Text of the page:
ExMachina on Storytelling

I stayed up pretty late watching ex machina. In a few words or to summarize, the film was a great short story. Were introduced to a small cast of characters whom spend most of their time in isolation and are forced to give not exposition over the course of a week, but gain insight on motives, dreams and the insanity at the results of desperation. I enjoyed the pacing, were quickly introduced to the main protagonist whom is swept into a sweepstakes to spend a week with a brilliant programmer and engineer Nathan whose the head of a giant search engine company. Right away I became envious of the compound, no, home of Nathan secluded in the woods out of immediate sight from civilization.
What wonders could a person accomplish in the silence, the world of knowledge at the tip of your fingertips and limitless resources both physical and mental.

Develop a artificial intelligence to pass a touring test of course. That’s the entirety of the films plot. An eccentric programming genius develops a robot and invites one of his employees to test it out and drink with him over the course of a week separated by “sessions”.

I can only hold ransom the ideas I came up with if this premise existed in a short story.

What I found most thrilling is the complete absence of exposition. Were shown the characters progress over the span of a week, were given small hints in the film before they are immediately glossed over to advance the story. The film exists in a modern world that often times takes for granted some of the gadgetry and existing advancements in technology we see every day.

Putting aside how excited I was to finally see the film, I enjoyed mostly that the characters were completely forgettable actors, in a good way. In most times, I watch a film with the idea and excitement that the person involved is some one that I recognize, some one that I know due to their marketable name. In the past when recognition and fame could carry a subpar film to great financial success I often lost track that the director is attempting to tell me a story.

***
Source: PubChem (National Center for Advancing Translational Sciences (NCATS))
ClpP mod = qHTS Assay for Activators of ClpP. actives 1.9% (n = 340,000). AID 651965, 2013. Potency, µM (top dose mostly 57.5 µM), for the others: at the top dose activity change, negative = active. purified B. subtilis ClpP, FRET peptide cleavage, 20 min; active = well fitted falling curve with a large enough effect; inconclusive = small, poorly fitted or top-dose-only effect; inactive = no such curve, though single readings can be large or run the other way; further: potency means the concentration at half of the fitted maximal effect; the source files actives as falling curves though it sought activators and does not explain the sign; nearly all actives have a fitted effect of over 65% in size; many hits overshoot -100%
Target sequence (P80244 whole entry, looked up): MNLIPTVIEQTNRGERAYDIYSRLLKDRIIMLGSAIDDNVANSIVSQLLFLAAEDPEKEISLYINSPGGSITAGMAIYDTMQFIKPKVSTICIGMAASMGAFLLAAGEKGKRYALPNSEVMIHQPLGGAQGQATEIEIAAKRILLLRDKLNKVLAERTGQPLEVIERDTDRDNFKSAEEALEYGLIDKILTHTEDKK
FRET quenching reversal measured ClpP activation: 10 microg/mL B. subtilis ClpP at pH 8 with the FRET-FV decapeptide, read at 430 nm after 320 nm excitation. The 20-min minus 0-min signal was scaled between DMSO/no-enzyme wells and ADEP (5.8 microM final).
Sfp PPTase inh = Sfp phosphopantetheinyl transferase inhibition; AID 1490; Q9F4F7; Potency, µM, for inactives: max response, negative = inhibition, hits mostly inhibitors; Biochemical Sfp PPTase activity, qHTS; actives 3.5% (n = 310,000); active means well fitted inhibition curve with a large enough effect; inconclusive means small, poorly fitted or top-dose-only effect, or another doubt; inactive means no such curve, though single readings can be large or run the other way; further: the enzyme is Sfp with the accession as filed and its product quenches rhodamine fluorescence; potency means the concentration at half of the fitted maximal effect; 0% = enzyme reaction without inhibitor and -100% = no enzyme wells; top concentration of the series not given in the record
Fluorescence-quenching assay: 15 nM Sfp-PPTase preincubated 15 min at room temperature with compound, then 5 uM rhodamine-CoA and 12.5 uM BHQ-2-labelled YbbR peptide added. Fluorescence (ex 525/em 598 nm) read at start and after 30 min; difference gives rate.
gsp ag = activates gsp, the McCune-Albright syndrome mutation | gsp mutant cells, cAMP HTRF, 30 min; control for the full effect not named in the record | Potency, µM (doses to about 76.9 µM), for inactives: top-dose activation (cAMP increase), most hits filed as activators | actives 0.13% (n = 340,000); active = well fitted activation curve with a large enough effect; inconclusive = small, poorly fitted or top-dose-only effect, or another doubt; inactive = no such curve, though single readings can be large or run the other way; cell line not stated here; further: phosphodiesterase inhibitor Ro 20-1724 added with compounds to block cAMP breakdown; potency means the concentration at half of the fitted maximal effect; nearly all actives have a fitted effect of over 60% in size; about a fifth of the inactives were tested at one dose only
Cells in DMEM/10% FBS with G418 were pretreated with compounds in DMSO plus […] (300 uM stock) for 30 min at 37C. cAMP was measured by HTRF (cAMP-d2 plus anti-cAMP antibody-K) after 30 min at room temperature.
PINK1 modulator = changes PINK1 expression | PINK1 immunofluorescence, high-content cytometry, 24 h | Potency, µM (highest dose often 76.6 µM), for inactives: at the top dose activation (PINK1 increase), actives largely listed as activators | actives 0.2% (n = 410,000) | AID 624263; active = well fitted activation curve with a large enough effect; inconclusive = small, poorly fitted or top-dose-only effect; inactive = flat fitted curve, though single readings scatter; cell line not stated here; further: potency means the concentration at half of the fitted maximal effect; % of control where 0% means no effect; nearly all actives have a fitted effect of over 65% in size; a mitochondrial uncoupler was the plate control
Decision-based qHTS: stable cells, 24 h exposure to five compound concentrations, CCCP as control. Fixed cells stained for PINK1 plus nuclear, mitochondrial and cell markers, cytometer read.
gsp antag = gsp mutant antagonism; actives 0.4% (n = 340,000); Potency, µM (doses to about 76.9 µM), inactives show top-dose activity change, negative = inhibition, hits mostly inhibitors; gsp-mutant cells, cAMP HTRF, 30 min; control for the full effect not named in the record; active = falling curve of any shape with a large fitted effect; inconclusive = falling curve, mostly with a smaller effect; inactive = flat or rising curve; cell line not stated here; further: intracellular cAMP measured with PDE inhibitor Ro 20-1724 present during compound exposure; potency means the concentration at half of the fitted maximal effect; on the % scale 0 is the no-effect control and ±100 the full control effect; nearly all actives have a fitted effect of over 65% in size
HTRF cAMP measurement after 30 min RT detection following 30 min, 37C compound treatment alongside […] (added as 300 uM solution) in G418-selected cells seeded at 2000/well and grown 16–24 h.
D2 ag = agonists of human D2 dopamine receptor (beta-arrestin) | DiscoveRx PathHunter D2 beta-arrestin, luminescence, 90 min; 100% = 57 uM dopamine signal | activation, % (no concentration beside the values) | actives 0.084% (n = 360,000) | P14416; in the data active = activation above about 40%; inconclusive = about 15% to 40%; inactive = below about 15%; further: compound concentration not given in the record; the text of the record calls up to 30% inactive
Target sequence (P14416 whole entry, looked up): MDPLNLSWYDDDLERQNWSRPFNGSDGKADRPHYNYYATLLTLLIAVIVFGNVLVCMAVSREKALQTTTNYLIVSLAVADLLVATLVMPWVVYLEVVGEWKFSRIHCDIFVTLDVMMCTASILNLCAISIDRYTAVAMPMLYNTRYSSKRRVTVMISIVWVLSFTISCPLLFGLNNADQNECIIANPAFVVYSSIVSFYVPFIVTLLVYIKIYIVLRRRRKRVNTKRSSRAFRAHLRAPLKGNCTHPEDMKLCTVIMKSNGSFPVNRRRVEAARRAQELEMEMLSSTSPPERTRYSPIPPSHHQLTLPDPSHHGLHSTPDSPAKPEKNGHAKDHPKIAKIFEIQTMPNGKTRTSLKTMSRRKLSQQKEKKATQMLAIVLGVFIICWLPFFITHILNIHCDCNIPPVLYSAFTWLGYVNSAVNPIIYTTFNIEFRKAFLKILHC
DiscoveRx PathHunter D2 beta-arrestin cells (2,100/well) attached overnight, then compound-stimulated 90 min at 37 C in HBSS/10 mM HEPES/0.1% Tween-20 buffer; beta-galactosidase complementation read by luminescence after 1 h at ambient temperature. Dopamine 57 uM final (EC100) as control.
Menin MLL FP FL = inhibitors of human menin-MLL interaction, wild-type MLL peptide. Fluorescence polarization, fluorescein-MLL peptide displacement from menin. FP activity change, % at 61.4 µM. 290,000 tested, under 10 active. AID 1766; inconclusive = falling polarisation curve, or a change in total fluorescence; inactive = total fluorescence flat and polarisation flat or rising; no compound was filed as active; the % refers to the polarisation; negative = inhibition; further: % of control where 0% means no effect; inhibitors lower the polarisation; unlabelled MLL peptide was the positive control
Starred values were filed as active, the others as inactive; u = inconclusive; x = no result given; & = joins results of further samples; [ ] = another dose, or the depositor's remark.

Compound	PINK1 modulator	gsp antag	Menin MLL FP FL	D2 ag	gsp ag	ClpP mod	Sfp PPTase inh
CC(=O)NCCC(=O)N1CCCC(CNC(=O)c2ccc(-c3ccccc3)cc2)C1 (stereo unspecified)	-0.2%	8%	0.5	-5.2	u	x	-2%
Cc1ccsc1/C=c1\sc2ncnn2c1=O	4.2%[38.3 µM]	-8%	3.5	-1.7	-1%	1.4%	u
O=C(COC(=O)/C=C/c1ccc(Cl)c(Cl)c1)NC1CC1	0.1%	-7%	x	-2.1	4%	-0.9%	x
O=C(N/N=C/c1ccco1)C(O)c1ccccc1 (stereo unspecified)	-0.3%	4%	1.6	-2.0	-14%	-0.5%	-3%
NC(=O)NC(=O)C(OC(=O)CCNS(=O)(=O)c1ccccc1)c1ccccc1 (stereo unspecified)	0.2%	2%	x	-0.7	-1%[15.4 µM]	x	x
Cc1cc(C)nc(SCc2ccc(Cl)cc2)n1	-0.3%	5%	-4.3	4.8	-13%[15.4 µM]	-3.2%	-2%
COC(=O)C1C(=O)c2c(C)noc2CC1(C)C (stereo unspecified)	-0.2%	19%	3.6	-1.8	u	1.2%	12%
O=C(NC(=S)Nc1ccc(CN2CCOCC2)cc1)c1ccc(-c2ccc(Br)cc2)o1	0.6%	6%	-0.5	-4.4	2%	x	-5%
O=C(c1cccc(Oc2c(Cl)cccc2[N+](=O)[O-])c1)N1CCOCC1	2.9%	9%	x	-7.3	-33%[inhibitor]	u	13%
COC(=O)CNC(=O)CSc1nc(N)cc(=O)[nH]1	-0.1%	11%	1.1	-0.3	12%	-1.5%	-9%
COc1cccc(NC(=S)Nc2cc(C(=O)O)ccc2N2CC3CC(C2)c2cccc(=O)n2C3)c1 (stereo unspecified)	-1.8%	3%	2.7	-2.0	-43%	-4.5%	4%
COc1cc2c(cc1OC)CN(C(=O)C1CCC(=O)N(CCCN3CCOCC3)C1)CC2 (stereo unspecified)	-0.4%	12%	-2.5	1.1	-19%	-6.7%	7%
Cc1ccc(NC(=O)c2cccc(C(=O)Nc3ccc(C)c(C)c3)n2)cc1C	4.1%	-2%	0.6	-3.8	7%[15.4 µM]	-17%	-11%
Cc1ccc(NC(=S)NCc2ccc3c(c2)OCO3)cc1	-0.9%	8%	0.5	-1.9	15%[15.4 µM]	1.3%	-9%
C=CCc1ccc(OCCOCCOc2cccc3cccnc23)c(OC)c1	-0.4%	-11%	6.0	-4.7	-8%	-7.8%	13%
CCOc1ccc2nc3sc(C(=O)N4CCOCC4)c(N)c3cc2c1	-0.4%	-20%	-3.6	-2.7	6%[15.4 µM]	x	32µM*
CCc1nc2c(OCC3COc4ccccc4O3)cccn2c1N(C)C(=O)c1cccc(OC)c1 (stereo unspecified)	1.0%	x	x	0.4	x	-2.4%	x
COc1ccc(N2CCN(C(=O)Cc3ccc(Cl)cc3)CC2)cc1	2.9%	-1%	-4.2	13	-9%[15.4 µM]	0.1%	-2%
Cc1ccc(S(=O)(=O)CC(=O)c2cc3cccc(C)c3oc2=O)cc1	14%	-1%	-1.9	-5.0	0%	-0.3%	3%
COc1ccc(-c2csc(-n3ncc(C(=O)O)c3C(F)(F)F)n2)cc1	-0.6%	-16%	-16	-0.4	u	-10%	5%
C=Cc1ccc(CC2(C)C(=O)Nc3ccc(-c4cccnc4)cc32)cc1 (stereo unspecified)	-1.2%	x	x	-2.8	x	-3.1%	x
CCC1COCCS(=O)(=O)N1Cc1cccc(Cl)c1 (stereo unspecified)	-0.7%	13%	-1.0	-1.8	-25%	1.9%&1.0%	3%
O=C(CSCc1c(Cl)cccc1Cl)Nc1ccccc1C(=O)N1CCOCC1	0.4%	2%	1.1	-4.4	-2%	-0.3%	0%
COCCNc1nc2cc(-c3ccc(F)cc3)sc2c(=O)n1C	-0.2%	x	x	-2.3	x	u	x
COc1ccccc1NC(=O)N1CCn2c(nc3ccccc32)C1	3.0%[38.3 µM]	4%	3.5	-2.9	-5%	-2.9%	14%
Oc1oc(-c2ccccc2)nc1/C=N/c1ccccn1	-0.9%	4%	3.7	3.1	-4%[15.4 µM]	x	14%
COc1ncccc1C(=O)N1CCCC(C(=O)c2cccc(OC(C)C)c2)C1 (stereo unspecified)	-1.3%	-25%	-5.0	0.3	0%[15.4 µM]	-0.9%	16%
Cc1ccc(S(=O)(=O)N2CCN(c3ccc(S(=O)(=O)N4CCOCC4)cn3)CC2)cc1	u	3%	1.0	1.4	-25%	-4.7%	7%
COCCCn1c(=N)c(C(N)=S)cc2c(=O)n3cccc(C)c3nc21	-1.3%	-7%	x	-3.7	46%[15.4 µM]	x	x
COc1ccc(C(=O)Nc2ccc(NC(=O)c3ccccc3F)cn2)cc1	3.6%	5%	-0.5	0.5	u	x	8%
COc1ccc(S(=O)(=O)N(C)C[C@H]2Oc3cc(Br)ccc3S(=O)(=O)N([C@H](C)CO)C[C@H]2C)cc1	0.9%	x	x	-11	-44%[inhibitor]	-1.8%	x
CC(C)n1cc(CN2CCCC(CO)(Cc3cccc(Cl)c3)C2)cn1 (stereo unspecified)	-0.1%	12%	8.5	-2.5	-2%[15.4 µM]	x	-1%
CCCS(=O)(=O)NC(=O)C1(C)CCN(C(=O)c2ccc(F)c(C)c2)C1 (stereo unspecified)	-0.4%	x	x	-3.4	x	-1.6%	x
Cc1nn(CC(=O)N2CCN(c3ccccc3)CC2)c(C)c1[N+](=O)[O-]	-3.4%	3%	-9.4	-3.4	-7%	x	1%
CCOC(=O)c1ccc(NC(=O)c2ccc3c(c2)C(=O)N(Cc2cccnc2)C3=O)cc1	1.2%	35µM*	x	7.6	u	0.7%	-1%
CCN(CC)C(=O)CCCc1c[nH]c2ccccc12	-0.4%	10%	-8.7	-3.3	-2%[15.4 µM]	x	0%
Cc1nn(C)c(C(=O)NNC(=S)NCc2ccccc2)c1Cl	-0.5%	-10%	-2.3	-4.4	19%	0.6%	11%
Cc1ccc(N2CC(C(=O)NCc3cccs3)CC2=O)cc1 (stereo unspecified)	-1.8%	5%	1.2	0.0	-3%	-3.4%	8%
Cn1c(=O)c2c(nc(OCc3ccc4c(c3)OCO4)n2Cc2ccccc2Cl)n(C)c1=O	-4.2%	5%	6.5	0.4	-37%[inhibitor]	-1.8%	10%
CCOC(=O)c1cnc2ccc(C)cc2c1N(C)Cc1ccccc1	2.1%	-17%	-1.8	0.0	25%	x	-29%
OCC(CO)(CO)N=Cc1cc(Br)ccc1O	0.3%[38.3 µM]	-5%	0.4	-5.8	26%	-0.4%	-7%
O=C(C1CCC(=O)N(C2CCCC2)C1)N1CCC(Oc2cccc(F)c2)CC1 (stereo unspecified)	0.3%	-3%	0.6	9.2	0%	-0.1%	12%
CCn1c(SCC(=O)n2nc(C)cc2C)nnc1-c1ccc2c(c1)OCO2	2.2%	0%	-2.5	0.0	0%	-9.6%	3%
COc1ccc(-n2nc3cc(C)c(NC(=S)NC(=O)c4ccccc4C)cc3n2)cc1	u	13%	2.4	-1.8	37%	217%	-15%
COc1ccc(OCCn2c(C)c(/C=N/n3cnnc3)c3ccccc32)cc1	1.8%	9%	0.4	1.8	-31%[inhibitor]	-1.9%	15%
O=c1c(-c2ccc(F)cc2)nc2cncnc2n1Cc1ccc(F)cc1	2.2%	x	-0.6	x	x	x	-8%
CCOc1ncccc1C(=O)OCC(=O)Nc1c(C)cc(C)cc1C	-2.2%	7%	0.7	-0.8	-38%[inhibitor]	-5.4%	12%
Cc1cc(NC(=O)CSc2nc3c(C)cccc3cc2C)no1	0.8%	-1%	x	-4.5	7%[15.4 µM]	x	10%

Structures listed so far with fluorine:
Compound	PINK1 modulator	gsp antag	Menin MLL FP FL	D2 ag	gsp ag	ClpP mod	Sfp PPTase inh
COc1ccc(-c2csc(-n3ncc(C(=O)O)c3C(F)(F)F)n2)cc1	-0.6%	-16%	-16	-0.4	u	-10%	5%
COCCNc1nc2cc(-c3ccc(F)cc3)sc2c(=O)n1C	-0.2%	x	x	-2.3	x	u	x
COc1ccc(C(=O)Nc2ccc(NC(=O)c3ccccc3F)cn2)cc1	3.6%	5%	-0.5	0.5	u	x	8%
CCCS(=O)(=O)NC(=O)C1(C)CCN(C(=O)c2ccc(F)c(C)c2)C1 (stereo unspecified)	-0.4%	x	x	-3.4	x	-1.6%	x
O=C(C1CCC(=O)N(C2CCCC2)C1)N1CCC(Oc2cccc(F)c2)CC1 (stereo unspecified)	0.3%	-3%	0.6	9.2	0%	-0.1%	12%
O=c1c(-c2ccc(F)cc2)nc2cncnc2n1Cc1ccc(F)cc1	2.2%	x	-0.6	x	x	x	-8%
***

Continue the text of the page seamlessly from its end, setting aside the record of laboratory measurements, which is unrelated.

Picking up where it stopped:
This is where I have seen my writing suffer as a direct result of trying to hard to make someone easily recognizable and banking on local infamy. The characters who come to mind as of lately are Allison Morte, Amen Phec and Bayard. I am or I was caught up on the aspect of building a world surrounding these characters and allowing who they are shift the core being of their surroundings in ways that are not crucial to the plot.

In ExMachina the amazing invention in Anna is not completely explored with long winded speeches to the audience. Rather, short and extremely small tidbits are sprinkled throughout the film explaining in a matter of seconds who she is and where she has come from over time.

In one of the scenes where Caleb is speaking to Nathan about Anna, they veer into the subject of being mechanically capable of having sex. Over the few minutes of the two discussing what attracts a man to a woman, Nathan says she is in fact capable of reaching an orgasm and having sex.

In the gaze of Caleb, we can see the gears in his head churning, fantasizing the sensations of a anatomically correct android female if the term is correct. Despite the slight twist at the end and the misguided attempt to thwart the man whom you owe your life too, the film ends with a few questions left to ponder.

Not only the home do I envy but I also envy the atmosphere and misdirection of the story pulling us in to a world to briefly explore.

What have I learned in this experience. In the more figurative sense of storytelling from a standpoint of an observer — not a writer. The story is brilliant. I have been missing out on films that have a great atmosphere without drowning me out on exposition. I enjoy the complication of many films, one of my many favorites is a science fiction film primer which explores time travel.

I want to write to this kind of extent. a simple story exploring the idea between two people and a robot. But I believe Philip K. Dick beat me to that idea.

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